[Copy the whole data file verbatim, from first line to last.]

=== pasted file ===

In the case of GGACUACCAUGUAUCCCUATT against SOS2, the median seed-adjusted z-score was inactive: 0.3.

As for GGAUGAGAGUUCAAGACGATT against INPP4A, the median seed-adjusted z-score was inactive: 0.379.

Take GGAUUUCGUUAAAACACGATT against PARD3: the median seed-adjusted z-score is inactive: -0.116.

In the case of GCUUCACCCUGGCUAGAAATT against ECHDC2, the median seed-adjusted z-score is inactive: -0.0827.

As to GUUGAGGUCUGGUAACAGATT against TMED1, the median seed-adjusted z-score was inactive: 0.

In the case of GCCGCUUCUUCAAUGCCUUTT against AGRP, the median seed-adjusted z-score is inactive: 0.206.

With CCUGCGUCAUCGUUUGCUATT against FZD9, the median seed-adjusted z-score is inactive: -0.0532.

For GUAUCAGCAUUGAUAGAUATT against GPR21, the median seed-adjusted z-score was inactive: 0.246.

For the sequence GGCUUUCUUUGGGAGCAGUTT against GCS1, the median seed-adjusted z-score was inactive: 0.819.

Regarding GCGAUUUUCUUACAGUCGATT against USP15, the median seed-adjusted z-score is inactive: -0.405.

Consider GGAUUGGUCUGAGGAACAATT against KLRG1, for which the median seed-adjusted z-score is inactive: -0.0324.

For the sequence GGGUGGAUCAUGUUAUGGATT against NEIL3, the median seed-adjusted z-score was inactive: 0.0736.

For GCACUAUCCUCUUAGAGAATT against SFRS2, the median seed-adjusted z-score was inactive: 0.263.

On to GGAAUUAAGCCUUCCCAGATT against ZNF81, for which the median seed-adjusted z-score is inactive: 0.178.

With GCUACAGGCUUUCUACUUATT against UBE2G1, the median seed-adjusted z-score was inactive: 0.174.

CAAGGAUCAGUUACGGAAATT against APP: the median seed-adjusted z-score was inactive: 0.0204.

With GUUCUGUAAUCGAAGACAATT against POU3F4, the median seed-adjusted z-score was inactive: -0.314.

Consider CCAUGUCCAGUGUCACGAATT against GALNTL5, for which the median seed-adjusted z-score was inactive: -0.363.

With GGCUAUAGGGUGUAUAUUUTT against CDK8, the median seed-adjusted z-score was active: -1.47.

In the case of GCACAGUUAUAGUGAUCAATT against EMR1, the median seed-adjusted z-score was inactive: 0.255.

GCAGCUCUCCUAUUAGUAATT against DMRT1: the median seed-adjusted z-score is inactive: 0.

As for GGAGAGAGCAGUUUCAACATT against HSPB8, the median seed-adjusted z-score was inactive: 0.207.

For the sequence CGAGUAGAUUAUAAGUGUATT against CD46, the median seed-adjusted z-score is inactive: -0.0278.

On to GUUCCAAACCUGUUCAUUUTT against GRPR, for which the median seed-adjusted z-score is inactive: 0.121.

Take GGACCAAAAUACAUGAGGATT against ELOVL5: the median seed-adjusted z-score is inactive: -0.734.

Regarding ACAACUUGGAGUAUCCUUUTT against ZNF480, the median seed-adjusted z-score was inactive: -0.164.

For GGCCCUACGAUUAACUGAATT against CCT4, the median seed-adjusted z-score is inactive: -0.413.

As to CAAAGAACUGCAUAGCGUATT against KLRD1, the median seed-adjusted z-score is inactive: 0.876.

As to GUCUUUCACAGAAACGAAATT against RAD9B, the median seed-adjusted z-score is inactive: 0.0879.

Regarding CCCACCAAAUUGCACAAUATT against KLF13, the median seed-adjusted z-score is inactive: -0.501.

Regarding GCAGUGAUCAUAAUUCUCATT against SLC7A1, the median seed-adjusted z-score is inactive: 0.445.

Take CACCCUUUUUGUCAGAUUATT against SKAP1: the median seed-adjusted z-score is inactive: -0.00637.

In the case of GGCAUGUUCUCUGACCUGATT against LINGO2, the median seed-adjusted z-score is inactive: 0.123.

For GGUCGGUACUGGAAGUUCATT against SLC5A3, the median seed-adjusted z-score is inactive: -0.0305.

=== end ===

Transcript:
In the case of GGACUACCAUGUAUCCCUATT against SOS2, the median seed-adjusted z-score was inactive: 0.3.

As for GGAUGAGAGUUCAAGACGATT against INPP4A, the median seed-adjusted z-score was inactive: 0.379.

Take GGAUUUCGUUAAAACACGATT against PARD3: the median seed-adjusted z-score is inactive: -0.116.

In the case of GCUUCACCCUGGCUAGAAATT against ECHDC2, the median seed-adjusted z-score is inactive: -0.0827.

As to GUUGAGGUCUGGUAACAGATT against TMED1, the median seed-adjusted z-score was inactive: 0.

In the case of GCCGCUUCUUCAAUGCCUUTT against AGRP, the median seed-adjusted z-score is inactive: 0.206.

With CCUGCGUCAUCGUUUGCUATT against FZD9, the median seed-adjusted z-score is inactive: -0.0532.

For GUAUCAGCAUUGAUAGAUATT against GPR21, the median seed-adjusted z-score was inactive: 0.246.

For the sequence GGCUUUCUUUGGGAGCAGUTT against GCS1, the median seed-adjusted z-score was inactive: 0.819.

Regarding GCGAUUUUCUUACAGUCGATT against USP15, the median seed-adjusted z-score is inactive: -0.405.

Consider GGAUUGGUCUGAGGAACAATT against KLRG1, for which the median seed-adjusted z-score is inactive: -0.0324.

For the sequence GGGUGGAUCAUGUUAUGGATT against NEIL3, the median seed-adjusted z-score was inactive: 0.0736.

For GCACUAUCCUCUUAGAGAATT against SFRS2, the median seed-adjusted z-score was inactive: 0.263.

On to GGAAUUAAGCCUUCCCAGATT against ZNF81, for which the median seed-adjusted z-score is inactive: 0.178.

With GCUACAGGCUUUCUACUUATT against UBE2G1, the median seed-adjusted z-score was inactive: 0.174.

CAAGGAUCAGUUACGGAAATT against APP: the median seed-adjusted z-score was inactive: 0.0204.

With GUUCUGUAAUCGAAGACAATT against POU3F4, the median seed-adjusted z-score was inactive: -0.314.

Consider CCAUGUCCAGUGUCACGAATT against GALNTL5, for which the median seed-adjusted z-score was inactive: -0.363.

With GGCUAUAGGGUGUAUAUUUTT against CDK8, the median seed-adjusted z-score was active: -1.47.

In the case of GCACAGUUAUAGUGAUCAATT against EMR1, the median seed-adjusted z-score was inactive: 0.255.

GCAGCUCUCCUAUUAGUAATT against DMRT1: the median seed-adjusted z-score is inactive: 0.

As for GGAGAGAGCAGUUUCAACATT against HSPB8, the median seed-adjusted z-score was inactive: 0.207.

For the sequence CGAGUAGAUUAUAAGUGUATT against CD46, the median seed-adjusted z-score is inactive: -0.0278.

On to GUUCCAAACCUGUUCAUUUTT against GRPR, for which the median seed-adjusted z-score is inactive: 0.121.

Take GGACCAAAAUACAUGAGGATT against ELOVL5: the median seed-adjusted z-score is inactive: -0.734.

Regarding ACAACUUGGAGUAUCCUUUTT against ZNF480, the median seed-adjusted z-score was inactive: -0.164.

For GGCCCUACGAUUAACUGAATT against CCT4, the median seed-adjusted z-score is inactive: -0.413.

As to CAAAGAACUGCAUAGCGUATT against KLRD1, the median seed-adjusted z-score is inactive: 0.876.

As to GUCUUUCACAGAAACGAAATT against RAD9B, the median seed-adjusted z-score is inactive: 0.0879.

Regarding CCCACCAAAUUGCACAAUATT against KLF13, the median seed-adjusted z-score is inactive: -0.501.

Regarding GCAGUGAUCAUAAUUCUCATT against SLC7A1, the median seed-adjusted z-score is inactive: 0.445.

Take CACCCUUUUUGUCAGAUUATT against SKAP1: the median seed-adjusted z-score is inactive: -0.00637.

In the case of GGCAUGUUCUCUGACCUGATT against LINGO2, the median seed-adjusted z-score is inactive: 0.123.

For GGUCGGUACUGGAAGUUCATT against SLC5A3, the median seed-adjusted z-score is inactive: -0.0305.